The narrative now turns to Absalom and his designs. Absalom, though not in the king’s favor, nevertheless became very popular in Israel. He is described as being altogether handsome with no flaw in his physical appearance. The word translated as polled (xlg galach) simply means to cut or to shave. Evidently Absalom had thick beautiful hair and that he only cut it off once a year. In fact, the weight of his hair amounted to two hundred shekels. Precisely how much that was is not clear. However, what is clear is that Absalom had a thick head of hair. In verse 27, further details of Absalom’s life in Jerusalem are noted. The bible says he fathered three sons and one daughter. He evidently named his daughter after his sister Tamar. She is described as being beautiful in her appearance.

2 Sam 14:28 So Absalom dwelt two full years in Jerusalem, and saw not the king's face.

2 Sam 14:29 Therefore Absalom sent for Joab, to have sent him to the king; but he would not come to him: and when he sent again the second time, he would not come.

2 Sam 14:30 Therefore he said unto his servants, See, Joab's field is near mine, and he hath barley there; go and set it on fire. And Absalom's servants set the field on fire.

2 Sam 14:31 Then Joab arose, and came to Absalom unto his house, and said unto him, Wherefore have thy servants set my field on fire?

2 Sam 14:32 And Absalom answered Joab, Behold, I sent unto thee, saying, Come hither, that I may send thee to the king, to say, Wherefore am I come from Geshur? it had been good for me to have been there still: now therefore let me see the king's face; and if there be any iniquity in me, let him kill me.

Absalom dwelt two full years in Jerusalem, and saw not the king’s face. Five years had passed since he had murdered his brother. No doubt having learned of Joab’s intercession on his behalf earlier, Absalom sent for Joab whom was to be sent to the king. Joab would not come to him. Absalom sent again the second time, he would not come. Joab evidently figured he had pressed his luck far enough in trying to reconcile David and Absalom. Therefore, he ignored Absalom’s messages. In verse 30, Joab continued to ignore Absalom’s messages, and Absalom decides to get Joab’s attention. Absalom sent his servants to burn Joab’s barley field. Absalom’s intent was simple. He wanted to talk to Joab. He soon got his wish. Joab rushed over to Absalom’s place and wanted to know why he burned his field?” Absalom had gotten his attention.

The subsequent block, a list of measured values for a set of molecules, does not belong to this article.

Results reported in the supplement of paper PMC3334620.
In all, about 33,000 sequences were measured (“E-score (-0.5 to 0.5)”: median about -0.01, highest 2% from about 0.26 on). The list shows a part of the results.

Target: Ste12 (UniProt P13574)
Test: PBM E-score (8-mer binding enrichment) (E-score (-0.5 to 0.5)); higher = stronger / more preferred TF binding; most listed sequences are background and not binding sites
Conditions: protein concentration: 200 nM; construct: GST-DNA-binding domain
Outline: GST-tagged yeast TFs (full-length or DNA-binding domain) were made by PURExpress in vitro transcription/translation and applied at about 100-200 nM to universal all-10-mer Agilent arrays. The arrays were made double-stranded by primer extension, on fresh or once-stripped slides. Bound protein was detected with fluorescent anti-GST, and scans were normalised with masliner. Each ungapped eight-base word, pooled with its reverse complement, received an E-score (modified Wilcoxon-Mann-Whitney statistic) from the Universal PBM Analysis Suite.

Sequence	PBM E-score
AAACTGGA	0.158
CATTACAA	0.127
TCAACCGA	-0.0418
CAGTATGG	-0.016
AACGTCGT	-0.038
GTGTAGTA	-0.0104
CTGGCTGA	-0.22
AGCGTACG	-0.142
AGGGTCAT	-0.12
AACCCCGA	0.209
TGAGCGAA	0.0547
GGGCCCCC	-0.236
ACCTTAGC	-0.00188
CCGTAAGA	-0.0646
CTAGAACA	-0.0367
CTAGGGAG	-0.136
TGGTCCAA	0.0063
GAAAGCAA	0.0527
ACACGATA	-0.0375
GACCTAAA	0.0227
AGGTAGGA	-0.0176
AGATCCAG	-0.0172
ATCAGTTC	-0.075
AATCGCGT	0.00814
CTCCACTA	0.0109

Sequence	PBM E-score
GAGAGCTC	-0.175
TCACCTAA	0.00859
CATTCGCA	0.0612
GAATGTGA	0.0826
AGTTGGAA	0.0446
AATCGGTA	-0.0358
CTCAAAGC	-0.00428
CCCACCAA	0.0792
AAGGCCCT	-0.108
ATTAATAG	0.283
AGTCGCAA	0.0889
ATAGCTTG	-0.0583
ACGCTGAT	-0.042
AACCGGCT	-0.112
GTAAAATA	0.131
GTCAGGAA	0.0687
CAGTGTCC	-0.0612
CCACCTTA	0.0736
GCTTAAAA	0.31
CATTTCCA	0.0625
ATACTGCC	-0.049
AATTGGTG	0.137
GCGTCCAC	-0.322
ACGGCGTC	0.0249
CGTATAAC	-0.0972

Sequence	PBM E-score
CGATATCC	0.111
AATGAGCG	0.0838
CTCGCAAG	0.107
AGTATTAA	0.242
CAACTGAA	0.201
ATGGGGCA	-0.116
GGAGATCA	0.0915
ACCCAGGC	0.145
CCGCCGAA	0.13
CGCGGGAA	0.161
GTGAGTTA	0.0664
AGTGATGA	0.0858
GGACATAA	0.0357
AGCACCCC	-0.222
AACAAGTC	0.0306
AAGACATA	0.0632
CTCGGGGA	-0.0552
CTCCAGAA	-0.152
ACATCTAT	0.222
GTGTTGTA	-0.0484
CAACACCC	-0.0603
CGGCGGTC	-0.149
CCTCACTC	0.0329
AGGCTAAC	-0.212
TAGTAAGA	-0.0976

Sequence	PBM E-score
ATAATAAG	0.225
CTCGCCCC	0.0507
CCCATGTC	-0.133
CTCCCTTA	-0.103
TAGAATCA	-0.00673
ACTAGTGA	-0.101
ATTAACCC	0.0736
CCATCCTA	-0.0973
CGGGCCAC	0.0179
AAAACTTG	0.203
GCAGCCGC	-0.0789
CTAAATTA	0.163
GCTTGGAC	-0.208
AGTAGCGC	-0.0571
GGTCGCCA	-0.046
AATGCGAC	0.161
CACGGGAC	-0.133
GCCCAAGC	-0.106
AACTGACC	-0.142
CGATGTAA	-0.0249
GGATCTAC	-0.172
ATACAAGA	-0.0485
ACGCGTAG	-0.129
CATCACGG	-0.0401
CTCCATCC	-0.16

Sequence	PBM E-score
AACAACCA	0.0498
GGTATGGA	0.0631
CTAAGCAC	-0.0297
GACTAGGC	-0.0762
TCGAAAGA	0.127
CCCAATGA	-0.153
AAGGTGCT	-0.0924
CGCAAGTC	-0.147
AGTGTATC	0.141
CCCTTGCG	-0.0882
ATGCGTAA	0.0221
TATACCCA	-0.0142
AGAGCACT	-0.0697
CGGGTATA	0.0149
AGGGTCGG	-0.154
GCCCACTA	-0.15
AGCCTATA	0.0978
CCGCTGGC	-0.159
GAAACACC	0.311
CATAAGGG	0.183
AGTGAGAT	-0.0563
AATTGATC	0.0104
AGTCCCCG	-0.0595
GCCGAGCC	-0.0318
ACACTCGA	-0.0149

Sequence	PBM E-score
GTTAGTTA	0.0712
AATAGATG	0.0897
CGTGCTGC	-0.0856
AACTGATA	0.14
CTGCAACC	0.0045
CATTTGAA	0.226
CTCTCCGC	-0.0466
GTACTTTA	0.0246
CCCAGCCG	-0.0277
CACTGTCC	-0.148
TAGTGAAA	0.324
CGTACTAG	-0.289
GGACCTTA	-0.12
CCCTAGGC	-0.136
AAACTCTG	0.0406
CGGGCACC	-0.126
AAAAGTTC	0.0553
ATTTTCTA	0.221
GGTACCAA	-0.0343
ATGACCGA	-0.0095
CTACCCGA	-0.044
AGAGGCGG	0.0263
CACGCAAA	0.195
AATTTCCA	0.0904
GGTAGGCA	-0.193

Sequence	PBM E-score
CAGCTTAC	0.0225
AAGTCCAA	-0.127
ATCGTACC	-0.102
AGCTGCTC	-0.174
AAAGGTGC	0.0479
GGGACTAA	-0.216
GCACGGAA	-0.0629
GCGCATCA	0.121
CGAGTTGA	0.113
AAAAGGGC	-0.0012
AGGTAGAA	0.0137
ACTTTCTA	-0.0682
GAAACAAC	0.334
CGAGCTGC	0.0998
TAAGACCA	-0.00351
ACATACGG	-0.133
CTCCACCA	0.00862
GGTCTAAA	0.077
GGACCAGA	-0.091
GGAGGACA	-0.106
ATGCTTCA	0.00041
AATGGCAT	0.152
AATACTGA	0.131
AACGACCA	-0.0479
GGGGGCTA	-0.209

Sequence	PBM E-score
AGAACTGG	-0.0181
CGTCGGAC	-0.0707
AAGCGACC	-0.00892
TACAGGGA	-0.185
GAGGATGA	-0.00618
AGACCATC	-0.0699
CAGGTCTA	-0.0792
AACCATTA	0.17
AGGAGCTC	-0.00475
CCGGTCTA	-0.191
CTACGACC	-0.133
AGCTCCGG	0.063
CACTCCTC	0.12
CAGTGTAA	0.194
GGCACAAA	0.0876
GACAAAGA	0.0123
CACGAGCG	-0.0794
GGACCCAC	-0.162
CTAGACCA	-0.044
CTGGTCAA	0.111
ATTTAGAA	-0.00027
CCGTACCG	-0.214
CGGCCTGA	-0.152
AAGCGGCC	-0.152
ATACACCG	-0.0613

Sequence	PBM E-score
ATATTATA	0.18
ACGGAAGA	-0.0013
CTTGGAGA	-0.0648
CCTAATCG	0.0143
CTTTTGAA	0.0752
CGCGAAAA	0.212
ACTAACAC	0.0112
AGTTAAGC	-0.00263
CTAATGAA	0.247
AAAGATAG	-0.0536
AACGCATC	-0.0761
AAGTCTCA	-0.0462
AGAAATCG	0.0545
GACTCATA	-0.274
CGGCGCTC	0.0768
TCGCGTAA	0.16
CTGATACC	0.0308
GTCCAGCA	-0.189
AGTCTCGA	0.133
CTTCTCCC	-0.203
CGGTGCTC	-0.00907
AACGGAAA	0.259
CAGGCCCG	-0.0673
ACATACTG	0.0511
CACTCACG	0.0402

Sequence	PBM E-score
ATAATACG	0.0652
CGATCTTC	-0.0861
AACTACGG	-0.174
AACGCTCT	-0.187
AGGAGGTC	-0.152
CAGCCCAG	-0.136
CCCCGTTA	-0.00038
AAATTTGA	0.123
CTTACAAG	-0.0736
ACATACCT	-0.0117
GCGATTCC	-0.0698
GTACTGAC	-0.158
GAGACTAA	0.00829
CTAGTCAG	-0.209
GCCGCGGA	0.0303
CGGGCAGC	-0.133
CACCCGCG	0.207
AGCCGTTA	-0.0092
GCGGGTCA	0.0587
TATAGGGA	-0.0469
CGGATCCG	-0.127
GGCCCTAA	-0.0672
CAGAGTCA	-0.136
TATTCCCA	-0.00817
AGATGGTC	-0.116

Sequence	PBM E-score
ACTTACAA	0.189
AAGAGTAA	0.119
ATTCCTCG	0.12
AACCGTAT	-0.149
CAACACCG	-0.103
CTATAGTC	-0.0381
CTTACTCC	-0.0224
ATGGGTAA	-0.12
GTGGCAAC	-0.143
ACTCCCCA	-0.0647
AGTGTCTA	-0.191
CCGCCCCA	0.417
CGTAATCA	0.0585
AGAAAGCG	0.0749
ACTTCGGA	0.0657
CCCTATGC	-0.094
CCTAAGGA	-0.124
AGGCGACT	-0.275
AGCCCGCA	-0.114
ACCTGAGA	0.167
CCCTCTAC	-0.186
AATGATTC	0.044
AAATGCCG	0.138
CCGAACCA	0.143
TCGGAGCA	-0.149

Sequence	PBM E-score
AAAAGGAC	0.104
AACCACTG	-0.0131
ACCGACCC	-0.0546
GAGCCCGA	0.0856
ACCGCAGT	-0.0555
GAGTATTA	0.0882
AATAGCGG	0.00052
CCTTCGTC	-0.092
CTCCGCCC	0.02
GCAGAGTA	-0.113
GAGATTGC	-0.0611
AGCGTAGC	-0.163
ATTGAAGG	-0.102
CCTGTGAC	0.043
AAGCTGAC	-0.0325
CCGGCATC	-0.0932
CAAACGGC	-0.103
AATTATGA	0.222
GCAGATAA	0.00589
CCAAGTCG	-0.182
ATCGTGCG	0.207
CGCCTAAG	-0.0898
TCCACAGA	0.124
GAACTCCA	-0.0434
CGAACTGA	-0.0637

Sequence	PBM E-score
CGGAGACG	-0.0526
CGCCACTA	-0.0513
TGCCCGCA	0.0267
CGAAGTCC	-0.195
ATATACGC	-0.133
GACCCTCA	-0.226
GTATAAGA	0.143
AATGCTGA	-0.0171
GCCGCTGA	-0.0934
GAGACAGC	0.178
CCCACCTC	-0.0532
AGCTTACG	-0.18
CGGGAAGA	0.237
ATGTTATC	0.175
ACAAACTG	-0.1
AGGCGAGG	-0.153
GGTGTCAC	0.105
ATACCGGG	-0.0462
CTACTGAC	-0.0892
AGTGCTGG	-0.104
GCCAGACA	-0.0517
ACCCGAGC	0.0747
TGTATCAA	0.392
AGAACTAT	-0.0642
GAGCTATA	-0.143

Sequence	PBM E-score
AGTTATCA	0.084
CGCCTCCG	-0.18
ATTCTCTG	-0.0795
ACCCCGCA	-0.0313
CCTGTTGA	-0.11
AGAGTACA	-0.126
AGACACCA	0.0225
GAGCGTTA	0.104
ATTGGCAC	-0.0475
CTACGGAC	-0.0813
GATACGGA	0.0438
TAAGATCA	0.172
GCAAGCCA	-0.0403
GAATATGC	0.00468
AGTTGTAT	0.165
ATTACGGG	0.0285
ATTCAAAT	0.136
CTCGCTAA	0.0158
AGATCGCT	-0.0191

The immaturity and arrogance of Absalom is apparent. He wanted his way. He complained to Joab that what good was it that he had brought him from Geshur. As far as he was concerned, he would have been better off if he had stayed there. He demanded that Joab arrange an audience with his father. He further had the impudence to say, “and if there be any iniquity in me, let him kill me.”

2 Sam 14:33 So Joab came to the king, and told him: and when he had called for Absalom, he came to the king, and bowed himself on his face to the ground before the king: and the king kissed Absalom.

Joab evidently told David what Absalom had done. David allowed an audience with his son. Absalom evidently was contrite before his father in bowing himself to the ground before him. David therefore kissed him. This at the least was in fatherly love to his long estranged son. However, there is no indication that there was any true reconciliation. The following chapters will demonstrate that.

Genesis 9:6 Whoso sheddeth man's blood, by man shall his blood be shed: for in the image of God made he man. If we let private affections stand in the way of public duty, we may justly expect that God will make the one whom our foolish pity spares, a scourge upon us.

Internet Bible Studies are prepared and distributed free of charge. The lessons may not be sold without consent. If you have questions or wish to discuss the lessons, or possibly need help in finding Jesus Christ as your Personal Lord and Savior, contact David Parham at 940-322-4343.

Prov 4:18 But the path of the just is as the shining light, that shineth more and more unto the perfect day.